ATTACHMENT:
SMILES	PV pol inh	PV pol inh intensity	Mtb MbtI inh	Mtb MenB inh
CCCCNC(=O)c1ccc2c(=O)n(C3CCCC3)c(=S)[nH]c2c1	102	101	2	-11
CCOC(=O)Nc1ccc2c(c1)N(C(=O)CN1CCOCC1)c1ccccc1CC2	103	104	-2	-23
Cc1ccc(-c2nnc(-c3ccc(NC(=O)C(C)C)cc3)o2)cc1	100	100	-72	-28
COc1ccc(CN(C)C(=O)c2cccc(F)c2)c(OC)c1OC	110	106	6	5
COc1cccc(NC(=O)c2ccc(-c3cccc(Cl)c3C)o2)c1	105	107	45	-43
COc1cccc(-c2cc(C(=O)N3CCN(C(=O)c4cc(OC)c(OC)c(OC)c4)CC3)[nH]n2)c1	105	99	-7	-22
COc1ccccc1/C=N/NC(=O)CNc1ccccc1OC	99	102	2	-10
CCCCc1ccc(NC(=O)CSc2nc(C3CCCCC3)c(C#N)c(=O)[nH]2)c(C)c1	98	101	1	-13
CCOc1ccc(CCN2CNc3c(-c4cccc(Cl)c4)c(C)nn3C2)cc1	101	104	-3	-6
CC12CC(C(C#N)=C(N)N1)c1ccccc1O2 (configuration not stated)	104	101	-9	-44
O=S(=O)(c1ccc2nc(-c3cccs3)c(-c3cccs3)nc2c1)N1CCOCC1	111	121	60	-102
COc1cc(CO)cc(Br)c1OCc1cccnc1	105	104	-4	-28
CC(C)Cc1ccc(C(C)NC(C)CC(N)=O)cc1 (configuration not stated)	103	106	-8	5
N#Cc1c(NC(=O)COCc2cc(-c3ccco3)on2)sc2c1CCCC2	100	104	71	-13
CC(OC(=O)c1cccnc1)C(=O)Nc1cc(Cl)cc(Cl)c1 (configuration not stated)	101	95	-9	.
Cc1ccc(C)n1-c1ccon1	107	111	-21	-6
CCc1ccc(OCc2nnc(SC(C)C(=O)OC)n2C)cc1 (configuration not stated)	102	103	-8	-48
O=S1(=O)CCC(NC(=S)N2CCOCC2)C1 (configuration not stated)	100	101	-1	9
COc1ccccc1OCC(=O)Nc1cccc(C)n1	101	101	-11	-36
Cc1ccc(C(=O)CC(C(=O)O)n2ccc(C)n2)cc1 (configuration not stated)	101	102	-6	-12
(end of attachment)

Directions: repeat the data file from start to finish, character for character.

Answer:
SMILES	PV pol inh	PV pol inh intensity	Mtb MbtI inh	Mtb MenB inh
CCCCNC(=O)c1ccc2c(=O)n(C3CCCC3)c(=S)[nH]c2c1	102	101	2	-11
CCOC(=O)Nc1ccc2c(c1)N(C(=O)CN1CCOCC1)c1ccccc1CC2	103	104	-2	-23
Cc1ccc(-c2nnc(-c3ccc(NC(=O)C(C)C)cc3)o2)cc1	100	100	-72	-28
COc1ccc(CN(C)C(=O)c2cccc(F)c2)c(OC)c1OC	110	106	6	5
COc1cccc(NC(=O)c2ccc(-c3cccc(Cl)c3C)o2)c1	105	107	45	-43
COc1cccc(-c2cc(C(=O)N3CCN(C(=O)c4cc(OC)c(OC)c(OC)c4)CC3)[nH]n2)c1	105	99	-7	-22
COc1ccccc1/C=N/NC(=O)CNc1ccccc1OC	99	102	2	-10
CCCCc1ccc(NC(=O)CSc2nc(C3CCCCC3)c(C#N)c(=O)[nH]2)c(C)c1	98	101	1	-13
CCOc1ccc(CCN2CNc3c(-c4cccc(Cl)c4)c(C)nn3C2)cc1	101	104	-3	-6
CC12CC(C(C#N)=C(N)N1)c1ccccc1O2 (configuration not stated)	104	101	-9	-44
O=S(=O)(c1ccc2nc(-c3cccs3)c(-c3cccs3)nc2c1)N1CCOCC1	111	121	60	-102
COc1cc(CO)cc(Br)c1OCc1cccnc1	105	104	-4	-28
CC(C)Cc1ccc(C(C)NC(C)CC(N)=O)cc1 (configuration not stated)	103	106	-8	5
N#Cc1c(NC(=O)COCc2cc(-c3ccco3)on2)sc2c1CCCC2	100	104	71	-13
CC(OC(=O)c1cccnc1)C(=O)Nc1cc(Cl)cc(Cl)c1 (configuration not stated)	101	95	-9	.
Cc1ccc(C)n1-c1ccon1	107	111	-21	-6
CCc1ccc(OCc2nnc(SC(C)C(=O)OC)n2C)cc1 (configuration not stated)	102	103	-8	-48
O=S1(=O)CCC(NC(=S)N2CCOCC2)C1 (configuration not stated)	100	101	-1	9
COc1ccccc1OCC(=O)Nc1cccc(C)n1	101	101	-11	-36
Cc1ccc(C(=O)CC(C(=O)O)n2ccc(C)n2)cc1 (configuration not stated)	101	102	-6	-12